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Transcription of "Barack Obama", "Hillary Clinton", and "Donald Trump" in the Sinosphere

How do you write Barack Obama, Hillary Clinton, and Donald Trump's names in Chinese?

As it turns out, the answer may vary depending on whether the person you ask is from mainland China (ZH-CN), Hong Kong (ZH-HK), Macau (ZH-MO), Malaysia/Singapore (ZH-SG), or Taiwan (ZH-TW).

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The perils of "7" and "9" in Cantonese

Here we go again:

"Samsung’s Galaxy On7 goes official" (Marketing-Interactive, 9/28/16)

As we’ve covered shortly two weeks ago, the pronunciation of “7″ sounds like “penis” in Cantonese, and the latest Samsung Galaxy On7 launch has once again stirred up discussion on the internet in Hong Kong.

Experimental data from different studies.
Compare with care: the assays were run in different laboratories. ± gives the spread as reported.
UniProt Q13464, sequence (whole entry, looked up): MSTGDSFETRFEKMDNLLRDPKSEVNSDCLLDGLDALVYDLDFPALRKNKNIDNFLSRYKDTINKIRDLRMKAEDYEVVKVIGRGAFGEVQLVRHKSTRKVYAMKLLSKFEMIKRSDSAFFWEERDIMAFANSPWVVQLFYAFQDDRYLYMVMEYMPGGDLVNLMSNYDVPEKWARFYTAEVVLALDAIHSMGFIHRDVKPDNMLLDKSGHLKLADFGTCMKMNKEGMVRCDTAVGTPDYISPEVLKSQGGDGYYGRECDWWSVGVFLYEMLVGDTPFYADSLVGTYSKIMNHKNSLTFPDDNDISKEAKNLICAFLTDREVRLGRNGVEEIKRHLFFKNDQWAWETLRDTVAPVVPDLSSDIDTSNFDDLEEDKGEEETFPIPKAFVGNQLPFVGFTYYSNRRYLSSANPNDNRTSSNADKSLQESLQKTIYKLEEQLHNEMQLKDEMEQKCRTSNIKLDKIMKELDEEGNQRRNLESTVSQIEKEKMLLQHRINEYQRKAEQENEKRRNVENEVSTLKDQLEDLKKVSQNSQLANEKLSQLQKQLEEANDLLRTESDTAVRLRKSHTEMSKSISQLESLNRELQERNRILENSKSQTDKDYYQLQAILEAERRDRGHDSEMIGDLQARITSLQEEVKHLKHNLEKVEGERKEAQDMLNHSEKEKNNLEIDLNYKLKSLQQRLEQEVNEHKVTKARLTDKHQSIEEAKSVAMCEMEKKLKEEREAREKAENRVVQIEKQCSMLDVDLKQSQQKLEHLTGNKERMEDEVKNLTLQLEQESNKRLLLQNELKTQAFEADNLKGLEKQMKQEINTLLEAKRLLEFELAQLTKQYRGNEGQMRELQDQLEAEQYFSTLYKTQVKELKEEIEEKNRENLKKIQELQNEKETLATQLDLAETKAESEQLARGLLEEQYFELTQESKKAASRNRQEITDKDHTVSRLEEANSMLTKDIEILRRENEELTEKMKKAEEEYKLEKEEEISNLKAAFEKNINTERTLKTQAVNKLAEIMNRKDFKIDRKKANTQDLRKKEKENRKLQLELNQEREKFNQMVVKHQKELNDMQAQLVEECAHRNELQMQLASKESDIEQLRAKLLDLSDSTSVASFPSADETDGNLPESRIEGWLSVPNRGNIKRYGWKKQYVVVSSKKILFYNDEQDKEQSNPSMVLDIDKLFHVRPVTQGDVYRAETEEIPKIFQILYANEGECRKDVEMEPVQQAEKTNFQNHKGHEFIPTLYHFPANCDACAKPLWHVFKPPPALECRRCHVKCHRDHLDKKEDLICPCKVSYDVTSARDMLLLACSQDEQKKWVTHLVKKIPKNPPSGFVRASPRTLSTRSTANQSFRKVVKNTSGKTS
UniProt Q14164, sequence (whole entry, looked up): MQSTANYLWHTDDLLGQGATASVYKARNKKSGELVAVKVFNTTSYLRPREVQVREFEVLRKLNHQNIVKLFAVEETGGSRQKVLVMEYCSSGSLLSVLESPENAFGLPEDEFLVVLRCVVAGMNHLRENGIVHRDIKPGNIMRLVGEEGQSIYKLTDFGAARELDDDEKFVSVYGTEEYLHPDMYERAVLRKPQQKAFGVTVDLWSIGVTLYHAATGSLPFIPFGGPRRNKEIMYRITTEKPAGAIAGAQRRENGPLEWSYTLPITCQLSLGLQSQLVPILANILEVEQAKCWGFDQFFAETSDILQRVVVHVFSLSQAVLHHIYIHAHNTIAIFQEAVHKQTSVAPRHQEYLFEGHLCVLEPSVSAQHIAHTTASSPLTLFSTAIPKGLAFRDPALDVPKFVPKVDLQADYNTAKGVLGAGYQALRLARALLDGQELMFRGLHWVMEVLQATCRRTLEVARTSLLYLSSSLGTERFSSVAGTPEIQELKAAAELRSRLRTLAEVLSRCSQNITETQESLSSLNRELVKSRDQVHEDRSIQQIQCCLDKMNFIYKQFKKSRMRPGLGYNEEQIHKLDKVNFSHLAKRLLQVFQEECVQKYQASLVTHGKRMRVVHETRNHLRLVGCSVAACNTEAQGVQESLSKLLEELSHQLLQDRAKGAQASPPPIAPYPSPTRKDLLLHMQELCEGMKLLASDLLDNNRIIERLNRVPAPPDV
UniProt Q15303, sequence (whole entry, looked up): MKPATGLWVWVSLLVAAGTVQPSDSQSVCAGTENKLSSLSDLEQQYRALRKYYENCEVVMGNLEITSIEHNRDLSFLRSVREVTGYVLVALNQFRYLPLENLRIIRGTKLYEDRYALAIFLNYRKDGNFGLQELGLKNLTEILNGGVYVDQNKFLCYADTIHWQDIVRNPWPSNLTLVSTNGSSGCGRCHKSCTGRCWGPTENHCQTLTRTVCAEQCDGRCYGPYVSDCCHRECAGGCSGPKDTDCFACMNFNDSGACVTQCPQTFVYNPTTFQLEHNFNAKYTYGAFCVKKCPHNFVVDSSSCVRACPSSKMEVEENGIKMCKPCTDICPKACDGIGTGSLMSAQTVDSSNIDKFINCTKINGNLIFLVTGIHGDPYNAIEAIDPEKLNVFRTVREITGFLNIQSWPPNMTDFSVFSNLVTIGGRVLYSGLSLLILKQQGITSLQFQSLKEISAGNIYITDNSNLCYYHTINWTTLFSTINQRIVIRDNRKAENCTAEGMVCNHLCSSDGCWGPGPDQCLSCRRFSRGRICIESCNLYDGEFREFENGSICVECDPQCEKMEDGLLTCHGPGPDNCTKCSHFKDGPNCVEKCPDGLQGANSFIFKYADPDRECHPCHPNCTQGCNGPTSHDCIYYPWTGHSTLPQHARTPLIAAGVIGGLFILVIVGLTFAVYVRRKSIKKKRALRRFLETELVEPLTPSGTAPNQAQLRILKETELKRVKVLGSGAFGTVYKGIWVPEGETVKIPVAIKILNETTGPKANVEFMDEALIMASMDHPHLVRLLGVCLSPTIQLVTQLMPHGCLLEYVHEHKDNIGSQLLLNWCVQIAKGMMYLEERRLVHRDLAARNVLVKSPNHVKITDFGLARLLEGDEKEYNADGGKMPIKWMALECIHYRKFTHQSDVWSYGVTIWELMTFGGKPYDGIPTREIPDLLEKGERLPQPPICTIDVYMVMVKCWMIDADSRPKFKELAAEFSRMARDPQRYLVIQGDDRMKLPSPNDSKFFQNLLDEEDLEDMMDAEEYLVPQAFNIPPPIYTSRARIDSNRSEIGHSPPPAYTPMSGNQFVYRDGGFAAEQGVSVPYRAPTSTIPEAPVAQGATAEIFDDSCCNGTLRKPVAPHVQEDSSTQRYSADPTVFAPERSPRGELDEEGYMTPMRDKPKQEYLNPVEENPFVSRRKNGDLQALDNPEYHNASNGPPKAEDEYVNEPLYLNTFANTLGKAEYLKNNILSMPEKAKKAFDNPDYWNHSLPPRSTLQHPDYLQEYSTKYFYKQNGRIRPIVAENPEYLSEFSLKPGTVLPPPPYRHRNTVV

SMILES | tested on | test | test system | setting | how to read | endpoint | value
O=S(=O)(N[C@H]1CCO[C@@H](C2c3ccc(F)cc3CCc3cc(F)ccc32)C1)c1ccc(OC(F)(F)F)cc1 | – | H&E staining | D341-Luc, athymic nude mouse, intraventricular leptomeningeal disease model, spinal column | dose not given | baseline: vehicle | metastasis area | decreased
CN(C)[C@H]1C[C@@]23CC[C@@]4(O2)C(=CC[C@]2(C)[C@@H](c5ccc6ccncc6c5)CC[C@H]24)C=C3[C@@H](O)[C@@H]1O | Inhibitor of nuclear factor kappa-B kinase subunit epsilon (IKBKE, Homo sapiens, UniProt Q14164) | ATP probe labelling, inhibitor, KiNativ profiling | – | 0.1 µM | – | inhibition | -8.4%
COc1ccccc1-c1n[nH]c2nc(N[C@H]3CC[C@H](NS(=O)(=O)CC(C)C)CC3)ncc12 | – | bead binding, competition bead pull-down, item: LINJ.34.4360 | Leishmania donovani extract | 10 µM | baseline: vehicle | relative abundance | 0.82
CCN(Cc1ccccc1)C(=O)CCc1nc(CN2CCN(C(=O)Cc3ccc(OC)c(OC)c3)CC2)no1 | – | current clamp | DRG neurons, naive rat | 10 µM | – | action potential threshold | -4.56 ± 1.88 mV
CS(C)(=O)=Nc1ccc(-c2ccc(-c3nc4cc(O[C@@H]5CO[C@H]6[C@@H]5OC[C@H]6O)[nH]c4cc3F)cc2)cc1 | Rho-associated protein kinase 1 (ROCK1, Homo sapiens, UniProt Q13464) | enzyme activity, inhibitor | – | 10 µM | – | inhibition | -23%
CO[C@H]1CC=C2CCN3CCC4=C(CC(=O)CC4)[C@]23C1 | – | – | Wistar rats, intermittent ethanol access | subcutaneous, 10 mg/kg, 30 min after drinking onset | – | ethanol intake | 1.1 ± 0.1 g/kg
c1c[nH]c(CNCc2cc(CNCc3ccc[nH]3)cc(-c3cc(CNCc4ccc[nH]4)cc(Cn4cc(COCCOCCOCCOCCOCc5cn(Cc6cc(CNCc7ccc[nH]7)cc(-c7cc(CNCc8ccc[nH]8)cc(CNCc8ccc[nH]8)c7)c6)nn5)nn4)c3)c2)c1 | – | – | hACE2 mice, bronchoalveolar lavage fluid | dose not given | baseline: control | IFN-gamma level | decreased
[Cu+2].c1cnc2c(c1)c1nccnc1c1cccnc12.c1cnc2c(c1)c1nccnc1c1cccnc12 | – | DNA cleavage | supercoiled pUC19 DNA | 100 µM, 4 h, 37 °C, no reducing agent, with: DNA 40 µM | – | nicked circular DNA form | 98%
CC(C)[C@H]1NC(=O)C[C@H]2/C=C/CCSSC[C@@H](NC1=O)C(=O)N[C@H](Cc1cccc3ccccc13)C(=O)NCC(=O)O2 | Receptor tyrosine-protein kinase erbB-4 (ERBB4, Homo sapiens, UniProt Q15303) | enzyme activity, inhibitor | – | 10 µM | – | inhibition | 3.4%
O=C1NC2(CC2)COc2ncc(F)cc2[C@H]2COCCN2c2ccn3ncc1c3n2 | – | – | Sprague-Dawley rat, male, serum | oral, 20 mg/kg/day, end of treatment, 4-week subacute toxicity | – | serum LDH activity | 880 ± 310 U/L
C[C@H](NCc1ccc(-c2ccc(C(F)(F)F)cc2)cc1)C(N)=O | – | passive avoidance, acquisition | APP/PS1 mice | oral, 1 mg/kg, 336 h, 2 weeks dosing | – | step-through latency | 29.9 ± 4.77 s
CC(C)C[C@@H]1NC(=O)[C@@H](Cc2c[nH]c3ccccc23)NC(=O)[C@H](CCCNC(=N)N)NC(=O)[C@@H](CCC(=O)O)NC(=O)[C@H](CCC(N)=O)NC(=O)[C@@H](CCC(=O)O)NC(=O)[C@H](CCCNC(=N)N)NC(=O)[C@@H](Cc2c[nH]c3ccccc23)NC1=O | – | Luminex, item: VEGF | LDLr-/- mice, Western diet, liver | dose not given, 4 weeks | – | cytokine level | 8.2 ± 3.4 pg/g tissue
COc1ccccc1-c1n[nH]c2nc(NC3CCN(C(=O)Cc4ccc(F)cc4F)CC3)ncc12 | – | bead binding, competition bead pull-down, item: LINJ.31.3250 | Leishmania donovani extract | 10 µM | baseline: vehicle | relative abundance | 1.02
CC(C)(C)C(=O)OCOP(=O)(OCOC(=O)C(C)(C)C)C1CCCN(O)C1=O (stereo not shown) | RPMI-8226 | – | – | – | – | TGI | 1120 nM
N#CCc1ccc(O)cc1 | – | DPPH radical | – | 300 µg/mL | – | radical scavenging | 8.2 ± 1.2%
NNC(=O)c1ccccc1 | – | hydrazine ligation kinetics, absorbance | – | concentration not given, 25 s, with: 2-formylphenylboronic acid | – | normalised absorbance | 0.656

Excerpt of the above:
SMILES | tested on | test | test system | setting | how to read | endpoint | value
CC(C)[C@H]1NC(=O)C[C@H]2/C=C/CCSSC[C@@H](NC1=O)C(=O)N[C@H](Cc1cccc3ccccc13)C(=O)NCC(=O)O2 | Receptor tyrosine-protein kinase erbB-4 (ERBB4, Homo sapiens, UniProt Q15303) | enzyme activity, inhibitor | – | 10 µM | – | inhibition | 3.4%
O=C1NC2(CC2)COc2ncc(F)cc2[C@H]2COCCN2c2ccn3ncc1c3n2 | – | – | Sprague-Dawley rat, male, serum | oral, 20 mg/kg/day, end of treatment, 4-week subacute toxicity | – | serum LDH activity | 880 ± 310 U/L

The Cantonese pronunciation of  “On9″ [sic: there seems to be a mix-up here] is similar to slang meaning “stupid”, and many are saying the new release is a crossover between the two slang words.

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Strictly correct plurals of flower names

It has come to my attention that many laypeople, even Language Log readers, are using incorrect plurals for flower names. "Geraniums" indeed! "Crocuses", for heaven's sake! Please get these right. There follows a list of 30 count nouns naming flowers, together with their approved grammatically correct plurals. Don't use incorrect plurals any more. Shape up.

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Hoklo

[This is the third in a series of four planned posts on Hokkien and related Southern Min / Minnan language issues.  The first was "Eurasian eureka" (9/12/16) and the second was "Hokkien in Singapore" (9/16/16).]